I’ve read a lot of short stories this year. Possibly more than ever before. I’ve been working my way through the complete works of H.P. Lovecraft, for a start, and thoroughly enjoying many of his shorts. I’ve read quite a few short story mags cover to cover. I’ve critiqued a lot of stories for fellow writers (some of which have been amazing). I’ve been reading a lot of online fiction and just generally soaking up as much short story creativity as possible. So it’s really hard to pick one single story that stands out.

But there is one that’s stuck with me: The Ghost Wife of Arlington, by Marilyn Guttridge. I loved it when I first read it, and its atmosphere has stayed with me. It’s beautiful, and disturbing, and completely engrossing. It may only be available in Writers of the Future Vol. 29, which is where I read it, but it’s worth seeking out if you get the chance.

4. Favourite movie of the year?

Ooh, tough one. It’d be a close call between Another Earth, Cloud Atlas, and Her. All (unsurprisingly) sci-fi, but all very different films. Overall, though, I think I’ll have to go with Cloud Atlas. Amazing, mesmerising, beautiful film. If I could only see one of these three movies again, it’d be this one. I love non-linear narratives and stories with colossal scope.

5. Favourite TV show of the year?

Breaking Bad. Breaking Bad. Breaking Bad. I only discovered it this year, and devoured the entire thing from start to finish. It’s spoiled all the year’s other TV shows. They pale in comparison. Incredible television, magnificent storytelling, and the best character arc I have ever seen. Brilliant.

6. Favourite song of the year?

It’s not a new song, but I first heard ‘Mirrorball’ by Elbow earlier this year, and fell head over heels in love with it. It’s so gorgeous. High amongst Elbow’s collection of magnificent songs, IMO:

7. Favourite album of the year?

‘Ghost Stories’ by Coldplay. An ethereal, magical collection of songs, and one of those rare albums that just blends perfectly.

8. Favourite video game of the year?

Er, does Scrabble count? Then Scrabble.

9. Favourite app of the year?

Not very exciting, but ‘Tides Near Me’ is the app I’ve found most useful this year. Essential when you live on the coast and want to time beach dog walks etc. Can I switch copious autumn mud for nice dry sand today? *checks app* Why, yes. It was low tide 45 minutes ago, so still plenty of beach. Thank you, handy tidal app.

10. Favourite (something else) of the year?

That’ll have to be Loncon. Not only did I get to spend a weekend hanging out with my best mate, who I don’t see nearly often enough, I also got to spend it geeking out in spectacular fashion. I met up with some other close pals I hadn’t seen in ages, I met/saw/got books signed by three of my very favourite authors, and I got to hold one of these:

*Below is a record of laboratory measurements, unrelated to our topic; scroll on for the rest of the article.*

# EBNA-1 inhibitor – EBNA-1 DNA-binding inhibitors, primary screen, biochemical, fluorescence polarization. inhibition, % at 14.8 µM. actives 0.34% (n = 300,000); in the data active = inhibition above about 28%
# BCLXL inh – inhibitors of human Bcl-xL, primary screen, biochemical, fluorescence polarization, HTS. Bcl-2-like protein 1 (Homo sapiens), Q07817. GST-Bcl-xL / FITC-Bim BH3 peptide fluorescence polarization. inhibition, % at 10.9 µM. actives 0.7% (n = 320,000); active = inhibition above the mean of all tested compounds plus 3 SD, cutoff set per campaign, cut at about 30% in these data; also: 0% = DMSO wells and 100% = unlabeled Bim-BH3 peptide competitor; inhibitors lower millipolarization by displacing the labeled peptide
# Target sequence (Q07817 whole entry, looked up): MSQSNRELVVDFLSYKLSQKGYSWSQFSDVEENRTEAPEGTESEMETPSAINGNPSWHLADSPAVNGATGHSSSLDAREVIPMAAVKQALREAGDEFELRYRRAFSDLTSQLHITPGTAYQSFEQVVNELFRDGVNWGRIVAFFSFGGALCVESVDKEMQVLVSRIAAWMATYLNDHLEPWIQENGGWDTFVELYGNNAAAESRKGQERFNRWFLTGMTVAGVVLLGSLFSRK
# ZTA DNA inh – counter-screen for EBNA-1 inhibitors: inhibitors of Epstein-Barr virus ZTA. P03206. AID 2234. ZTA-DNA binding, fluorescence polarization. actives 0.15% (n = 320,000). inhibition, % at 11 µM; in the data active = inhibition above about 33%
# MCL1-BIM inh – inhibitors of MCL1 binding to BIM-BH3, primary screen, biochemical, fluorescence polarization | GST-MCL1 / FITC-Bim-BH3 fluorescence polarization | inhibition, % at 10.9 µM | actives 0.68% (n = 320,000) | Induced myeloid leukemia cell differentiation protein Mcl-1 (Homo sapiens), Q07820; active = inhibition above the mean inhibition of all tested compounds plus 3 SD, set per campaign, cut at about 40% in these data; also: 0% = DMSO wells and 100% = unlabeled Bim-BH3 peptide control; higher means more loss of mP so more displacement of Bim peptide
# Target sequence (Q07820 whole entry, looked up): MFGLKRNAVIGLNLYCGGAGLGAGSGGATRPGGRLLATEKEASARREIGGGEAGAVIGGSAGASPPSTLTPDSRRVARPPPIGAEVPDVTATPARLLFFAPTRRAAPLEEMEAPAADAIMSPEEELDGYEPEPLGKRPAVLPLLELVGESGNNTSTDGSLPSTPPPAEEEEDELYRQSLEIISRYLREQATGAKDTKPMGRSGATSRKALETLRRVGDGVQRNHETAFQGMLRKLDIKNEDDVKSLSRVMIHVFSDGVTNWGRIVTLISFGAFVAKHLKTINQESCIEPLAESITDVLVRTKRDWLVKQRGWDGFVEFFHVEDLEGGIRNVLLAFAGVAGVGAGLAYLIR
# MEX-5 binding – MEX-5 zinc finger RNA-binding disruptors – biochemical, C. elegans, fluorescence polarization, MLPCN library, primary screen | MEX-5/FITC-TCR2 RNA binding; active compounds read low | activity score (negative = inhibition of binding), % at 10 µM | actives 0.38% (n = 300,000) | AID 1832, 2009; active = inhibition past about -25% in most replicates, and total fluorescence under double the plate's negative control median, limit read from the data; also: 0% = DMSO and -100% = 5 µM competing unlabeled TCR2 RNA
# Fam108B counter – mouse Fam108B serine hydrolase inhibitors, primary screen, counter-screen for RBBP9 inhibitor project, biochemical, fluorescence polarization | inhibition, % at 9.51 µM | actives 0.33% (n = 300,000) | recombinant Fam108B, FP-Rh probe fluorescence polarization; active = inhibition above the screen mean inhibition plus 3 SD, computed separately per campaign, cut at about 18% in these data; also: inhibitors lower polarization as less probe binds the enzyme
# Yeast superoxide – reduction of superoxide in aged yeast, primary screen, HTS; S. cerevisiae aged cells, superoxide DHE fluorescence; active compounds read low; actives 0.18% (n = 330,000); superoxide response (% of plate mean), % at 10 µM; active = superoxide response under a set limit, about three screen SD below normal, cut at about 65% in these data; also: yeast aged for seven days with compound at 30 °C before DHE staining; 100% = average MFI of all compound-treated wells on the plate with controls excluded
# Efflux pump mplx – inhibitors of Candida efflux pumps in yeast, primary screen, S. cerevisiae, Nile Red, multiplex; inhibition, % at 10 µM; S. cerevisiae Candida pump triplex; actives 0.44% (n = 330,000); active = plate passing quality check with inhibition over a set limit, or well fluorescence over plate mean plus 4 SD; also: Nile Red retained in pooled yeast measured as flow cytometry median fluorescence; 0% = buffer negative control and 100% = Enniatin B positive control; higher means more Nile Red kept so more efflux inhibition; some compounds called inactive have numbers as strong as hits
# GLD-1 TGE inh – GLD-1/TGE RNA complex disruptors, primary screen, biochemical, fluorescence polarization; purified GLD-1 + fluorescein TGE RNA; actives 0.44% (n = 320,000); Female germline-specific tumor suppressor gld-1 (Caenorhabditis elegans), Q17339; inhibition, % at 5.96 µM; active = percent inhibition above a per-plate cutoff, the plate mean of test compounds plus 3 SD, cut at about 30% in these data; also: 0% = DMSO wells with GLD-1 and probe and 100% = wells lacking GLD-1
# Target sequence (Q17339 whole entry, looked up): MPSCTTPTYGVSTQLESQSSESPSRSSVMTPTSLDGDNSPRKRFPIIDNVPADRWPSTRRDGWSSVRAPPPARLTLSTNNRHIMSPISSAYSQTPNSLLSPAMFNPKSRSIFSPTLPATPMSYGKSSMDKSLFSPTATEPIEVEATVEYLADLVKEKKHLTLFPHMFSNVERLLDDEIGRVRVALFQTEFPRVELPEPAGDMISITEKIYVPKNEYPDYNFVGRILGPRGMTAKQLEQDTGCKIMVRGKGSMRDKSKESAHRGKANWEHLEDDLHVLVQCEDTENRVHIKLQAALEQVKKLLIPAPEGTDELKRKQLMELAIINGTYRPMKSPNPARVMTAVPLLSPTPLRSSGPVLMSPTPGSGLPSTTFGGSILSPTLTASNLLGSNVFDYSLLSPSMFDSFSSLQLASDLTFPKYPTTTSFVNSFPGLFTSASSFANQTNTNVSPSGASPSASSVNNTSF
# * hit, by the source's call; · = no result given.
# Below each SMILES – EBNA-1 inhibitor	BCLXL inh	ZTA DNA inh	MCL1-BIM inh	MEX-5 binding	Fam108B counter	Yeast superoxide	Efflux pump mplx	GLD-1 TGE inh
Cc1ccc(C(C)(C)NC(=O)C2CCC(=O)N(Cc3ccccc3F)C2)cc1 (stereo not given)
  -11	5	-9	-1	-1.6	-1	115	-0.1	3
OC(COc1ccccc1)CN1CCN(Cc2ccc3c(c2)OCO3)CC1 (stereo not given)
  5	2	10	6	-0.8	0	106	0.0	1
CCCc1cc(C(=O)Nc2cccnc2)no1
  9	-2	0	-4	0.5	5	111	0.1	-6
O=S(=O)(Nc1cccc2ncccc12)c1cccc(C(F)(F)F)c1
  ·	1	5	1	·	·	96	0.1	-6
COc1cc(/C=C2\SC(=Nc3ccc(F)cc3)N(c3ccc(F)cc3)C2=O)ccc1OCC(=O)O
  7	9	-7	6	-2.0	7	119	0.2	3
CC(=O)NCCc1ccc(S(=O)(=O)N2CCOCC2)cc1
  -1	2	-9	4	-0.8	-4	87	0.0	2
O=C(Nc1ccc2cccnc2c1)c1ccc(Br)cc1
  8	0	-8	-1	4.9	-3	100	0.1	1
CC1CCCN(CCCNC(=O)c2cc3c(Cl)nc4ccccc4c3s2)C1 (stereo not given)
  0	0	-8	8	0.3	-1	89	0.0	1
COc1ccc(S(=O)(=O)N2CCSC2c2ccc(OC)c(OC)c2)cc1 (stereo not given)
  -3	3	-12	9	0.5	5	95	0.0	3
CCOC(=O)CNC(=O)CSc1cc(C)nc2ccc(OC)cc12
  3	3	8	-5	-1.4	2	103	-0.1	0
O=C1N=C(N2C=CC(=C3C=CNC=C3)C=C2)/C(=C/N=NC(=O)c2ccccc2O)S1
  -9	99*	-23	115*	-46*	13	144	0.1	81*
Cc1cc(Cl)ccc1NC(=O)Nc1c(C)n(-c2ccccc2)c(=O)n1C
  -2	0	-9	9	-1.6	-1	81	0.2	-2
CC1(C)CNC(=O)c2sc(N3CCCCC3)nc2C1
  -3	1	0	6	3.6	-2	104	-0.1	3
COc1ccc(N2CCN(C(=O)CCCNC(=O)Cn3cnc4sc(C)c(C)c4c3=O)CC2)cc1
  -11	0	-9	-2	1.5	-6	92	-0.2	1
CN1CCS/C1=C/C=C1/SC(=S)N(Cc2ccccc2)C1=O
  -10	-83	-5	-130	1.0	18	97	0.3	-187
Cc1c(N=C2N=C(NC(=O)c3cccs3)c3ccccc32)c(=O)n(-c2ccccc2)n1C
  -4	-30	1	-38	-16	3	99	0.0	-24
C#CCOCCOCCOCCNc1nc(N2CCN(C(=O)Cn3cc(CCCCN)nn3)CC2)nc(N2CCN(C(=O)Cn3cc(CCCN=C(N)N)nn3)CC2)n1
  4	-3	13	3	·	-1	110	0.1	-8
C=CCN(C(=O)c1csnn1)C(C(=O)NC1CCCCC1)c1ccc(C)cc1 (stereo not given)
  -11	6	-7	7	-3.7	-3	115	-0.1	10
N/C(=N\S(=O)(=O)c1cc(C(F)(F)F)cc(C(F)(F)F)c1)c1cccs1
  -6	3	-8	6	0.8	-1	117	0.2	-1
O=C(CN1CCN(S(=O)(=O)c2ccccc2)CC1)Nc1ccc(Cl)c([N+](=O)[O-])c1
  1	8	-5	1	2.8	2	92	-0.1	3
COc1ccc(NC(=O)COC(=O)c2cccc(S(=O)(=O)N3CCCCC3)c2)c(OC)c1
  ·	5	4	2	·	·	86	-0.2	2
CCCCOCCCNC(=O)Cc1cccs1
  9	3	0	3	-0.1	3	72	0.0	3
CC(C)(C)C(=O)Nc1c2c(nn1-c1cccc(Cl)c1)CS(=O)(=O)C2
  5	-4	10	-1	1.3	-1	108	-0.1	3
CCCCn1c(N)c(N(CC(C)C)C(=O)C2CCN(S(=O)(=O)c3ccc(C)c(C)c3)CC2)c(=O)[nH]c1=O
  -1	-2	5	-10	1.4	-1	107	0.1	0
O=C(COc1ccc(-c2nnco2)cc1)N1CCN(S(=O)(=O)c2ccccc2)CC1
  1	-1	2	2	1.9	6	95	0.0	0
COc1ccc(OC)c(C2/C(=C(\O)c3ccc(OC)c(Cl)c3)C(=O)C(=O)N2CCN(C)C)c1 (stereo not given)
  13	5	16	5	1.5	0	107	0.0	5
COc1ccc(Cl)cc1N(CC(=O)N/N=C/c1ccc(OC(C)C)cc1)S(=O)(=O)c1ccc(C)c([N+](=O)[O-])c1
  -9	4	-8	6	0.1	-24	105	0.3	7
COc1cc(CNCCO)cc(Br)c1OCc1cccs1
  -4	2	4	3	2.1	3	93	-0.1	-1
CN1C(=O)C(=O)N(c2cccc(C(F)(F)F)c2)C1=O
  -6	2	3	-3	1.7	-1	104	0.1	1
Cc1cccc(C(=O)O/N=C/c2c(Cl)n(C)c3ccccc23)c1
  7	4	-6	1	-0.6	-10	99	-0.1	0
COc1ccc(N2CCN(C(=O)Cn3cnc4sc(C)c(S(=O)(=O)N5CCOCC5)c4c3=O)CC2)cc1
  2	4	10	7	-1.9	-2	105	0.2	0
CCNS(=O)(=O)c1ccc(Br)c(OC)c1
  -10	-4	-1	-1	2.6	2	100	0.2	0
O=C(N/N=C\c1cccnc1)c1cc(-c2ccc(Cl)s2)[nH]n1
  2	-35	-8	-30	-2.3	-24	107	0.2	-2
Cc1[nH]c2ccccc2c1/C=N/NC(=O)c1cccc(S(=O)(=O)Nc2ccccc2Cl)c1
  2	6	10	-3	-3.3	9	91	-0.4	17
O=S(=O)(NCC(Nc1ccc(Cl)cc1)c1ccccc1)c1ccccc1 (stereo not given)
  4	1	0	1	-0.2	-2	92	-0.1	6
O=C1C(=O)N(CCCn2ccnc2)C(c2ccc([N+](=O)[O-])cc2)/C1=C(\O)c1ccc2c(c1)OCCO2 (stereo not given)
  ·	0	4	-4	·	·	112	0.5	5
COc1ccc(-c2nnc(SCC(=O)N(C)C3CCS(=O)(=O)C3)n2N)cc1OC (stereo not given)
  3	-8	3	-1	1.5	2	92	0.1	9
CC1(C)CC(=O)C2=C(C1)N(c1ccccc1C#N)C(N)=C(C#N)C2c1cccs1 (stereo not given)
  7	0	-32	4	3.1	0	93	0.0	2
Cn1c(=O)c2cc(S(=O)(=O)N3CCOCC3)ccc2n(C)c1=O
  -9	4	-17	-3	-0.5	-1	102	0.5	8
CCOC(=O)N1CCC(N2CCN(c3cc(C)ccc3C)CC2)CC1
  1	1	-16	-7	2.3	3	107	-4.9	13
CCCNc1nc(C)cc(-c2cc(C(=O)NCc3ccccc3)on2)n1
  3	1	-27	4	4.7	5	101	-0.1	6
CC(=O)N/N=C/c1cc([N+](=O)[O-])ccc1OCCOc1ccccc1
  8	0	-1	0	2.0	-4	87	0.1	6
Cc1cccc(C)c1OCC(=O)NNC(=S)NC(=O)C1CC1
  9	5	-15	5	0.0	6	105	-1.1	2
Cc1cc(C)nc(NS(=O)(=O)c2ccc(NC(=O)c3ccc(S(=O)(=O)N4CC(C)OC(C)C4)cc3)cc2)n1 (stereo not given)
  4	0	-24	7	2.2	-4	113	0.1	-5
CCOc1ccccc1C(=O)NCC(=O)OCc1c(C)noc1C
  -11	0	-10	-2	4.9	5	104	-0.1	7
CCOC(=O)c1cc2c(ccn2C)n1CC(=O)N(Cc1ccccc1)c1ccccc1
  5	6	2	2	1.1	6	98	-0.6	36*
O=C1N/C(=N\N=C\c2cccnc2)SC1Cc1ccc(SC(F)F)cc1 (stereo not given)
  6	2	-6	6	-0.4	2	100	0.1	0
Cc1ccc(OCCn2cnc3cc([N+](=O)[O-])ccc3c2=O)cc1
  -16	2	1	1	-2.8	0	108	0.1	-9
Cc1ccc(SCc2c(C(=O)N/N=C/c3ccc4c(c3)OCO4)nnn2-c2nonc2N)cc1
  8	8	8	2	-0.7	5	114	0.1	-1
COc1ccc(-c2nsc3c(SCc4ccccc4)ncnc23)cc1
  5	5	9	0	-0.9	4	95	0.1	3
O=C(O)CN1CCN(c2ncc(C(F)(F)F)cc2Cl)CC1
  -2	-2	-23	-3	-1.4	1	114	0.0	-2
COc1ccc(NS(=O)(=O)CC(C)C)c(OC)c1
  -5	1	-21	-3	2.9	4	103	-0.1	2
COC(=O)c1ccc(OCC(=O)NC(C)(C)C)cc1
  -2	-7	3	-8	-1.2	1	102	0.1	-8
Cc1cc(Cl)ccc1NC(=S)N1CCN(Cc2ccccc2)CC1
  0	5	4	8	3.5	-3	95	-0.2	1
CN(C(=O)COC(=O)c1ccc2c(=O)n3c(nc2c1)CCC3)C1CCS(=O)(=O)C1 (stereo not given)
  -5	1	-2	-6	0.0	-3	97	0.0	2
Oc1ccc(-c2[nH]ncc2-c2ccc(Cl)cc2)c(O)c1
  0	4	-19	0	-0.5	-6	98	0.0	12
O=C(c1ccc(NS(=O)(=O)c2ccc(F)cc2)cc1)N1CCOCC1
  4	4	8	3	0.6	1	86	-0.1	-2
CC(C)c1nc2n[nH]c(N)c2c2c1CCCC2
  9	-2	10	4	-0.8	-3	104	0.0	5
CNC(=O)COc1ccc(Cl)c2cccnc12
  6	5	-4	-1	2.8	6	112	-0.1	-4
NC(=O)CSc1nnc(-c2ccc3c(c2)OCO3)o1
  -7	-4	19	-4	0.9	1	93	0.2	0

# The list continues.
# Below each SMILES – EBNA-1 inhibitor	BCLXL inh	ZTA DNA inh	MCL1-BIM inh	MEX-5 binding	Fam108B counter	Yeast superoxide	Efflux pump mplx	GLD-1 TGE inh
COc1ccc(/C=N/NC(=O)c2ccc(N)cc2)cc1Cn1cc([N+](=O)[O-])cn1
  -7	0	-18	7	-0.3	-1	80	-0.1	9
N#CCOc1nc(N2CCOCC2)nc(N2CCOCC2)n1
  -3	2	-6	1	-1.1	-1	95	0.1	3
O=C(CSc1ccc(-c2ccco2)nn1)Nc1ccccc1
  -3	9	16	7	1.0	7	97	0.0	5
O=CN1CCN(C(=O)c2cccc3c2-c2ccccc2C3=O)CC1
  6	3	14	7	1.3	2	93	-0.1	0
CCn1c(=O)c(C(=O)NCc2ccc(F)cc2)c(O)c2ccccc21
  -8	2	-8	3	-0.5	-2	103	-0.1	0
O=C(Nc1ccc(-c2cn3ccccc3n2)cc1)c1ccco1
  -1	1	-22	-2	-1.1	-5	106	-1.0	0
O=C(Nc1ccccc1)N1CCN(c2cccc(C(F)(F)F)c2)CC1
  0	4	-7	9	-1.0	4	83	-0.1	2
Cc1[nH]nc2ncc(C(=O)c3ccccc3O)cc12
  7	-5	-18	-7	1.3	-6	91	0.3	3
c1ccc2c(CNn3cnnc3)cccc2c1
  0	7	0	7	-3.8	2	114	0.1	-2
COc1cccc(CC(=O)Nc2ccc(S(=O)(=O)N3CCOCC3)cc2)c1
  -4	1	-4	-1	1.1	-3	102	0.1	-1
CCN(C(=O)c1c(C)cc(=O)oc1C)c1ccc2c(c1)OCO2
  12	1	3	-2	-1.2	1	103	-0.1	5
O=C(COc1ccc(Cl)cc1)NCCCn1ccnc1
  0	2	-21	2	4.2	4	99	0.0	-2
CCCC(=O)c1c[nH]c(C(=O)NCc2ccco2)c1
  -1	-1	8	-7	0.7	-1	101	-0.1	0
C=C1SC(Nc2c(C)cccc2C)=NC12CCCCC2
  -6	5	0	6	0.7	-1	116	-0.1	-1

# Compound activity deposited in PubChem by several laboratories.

Giant Prickly Stick

Image courtesy of Flickr – Houston Museum of Natural Science

I love roundups like this. Go on, share your favourites of the year.

Tumbleweeds, Conventions, and Progress

There are tumbleweeds taking up residence on my blog. They’re making the place untidy. It’s time I swept them away, or used them as kindling, or whatever it is you do with tumbleweeds.


Well, thank you, Internet. It turns out you can eat them. Tumbleweeds and Bacon. Mmm. Apparently, they also sell on eBay. Wow – these ones are ‘free range’, according to the listing. Ethical tumbleweed purchase! You definitely don’t want the factory farmed ones. Those babies need to roam free.

So now that I’ve kindled a nice fire over which to cook my tumbleweeds and bacon while listing the rest on eBay, I’d better fill this now-tidy space with something. August was a great month. I went to Loncon, which was every bit as geeky and massive and awe-inspiring and exhausting (in a good way) as I’d expected. I loved every minute, and met up with some great friends I haven’t seen in ages. I had a truly spectacular time, and wish I could go back whenever I feel like it. Sigh.

Writing-wise, I made my first pro sale (woo!), finally finished revisions on a story I’ve been dawdling over for ages, and got back to my much-neglected novel, which feels like it’s picking up again at last. I submitted five times, received six rejections, and am currently waiting to hear on five stories (not necessarily those five August submissions). I also heard that my story, ‘Rule of Five’ (there’s a pattern forming here…), is scheduled to appear in Pseudopod in November, and that ‘Rift’, my flash piece that appeared in Plasma Frequency last year, was top of its issue’s poll to be included in their Year Two anthology. Exciting! Voting’s open until the 16th of September, so if you’ve read and enjoyed any of Plasma Frequency‘s issues over the last year, you might want to consider voting here.

I also read the superb and much-anticipated Fool’s Assassin by Robin Hobb, which was every bit as excellent as I’d hoped it would be. I’m in awe of Robin Hobb. Her writing astounds and never fails to inspire me. Her books are magnificently crafted stories and serious emotional rollercoasters. I don’t want to wait a year for the next instalment!

If September has half as many gems to offer, I’ll be thrilled. Ack – better go, the tumbleweeds are simmering to a pulp.


Friends Forever

Relationships are the basis for most stories. Whether it’s family ties, a love interest, a beloved animal, bonds of companionship, or the protagonist’s relationship with the antagonist, the theme of how characters relate to one another is a crucial element. A story with no relationships is like an omelette without eggs.

For me, the most compelling relationships in stories are friendships. Maybe it’s because close friendships have always played a pivotal role in my own life, but there’s something about a firm bond between characters that makes me root for them all the more. Most of my favourite works of fiction have close friendships at their centres. Fitz and the Fool. Frodo and Sam. Holmes and Watson. Locke and Jean. Harry, Ron, and Hermione. Sara and Becky. The Doctor and his companions. Lyra and Will. Buffy, Willow, and Xander. The list could go on and on, and I’ll probably think of several more after I’ve posted this. (Double points for anyone who knows all those references…)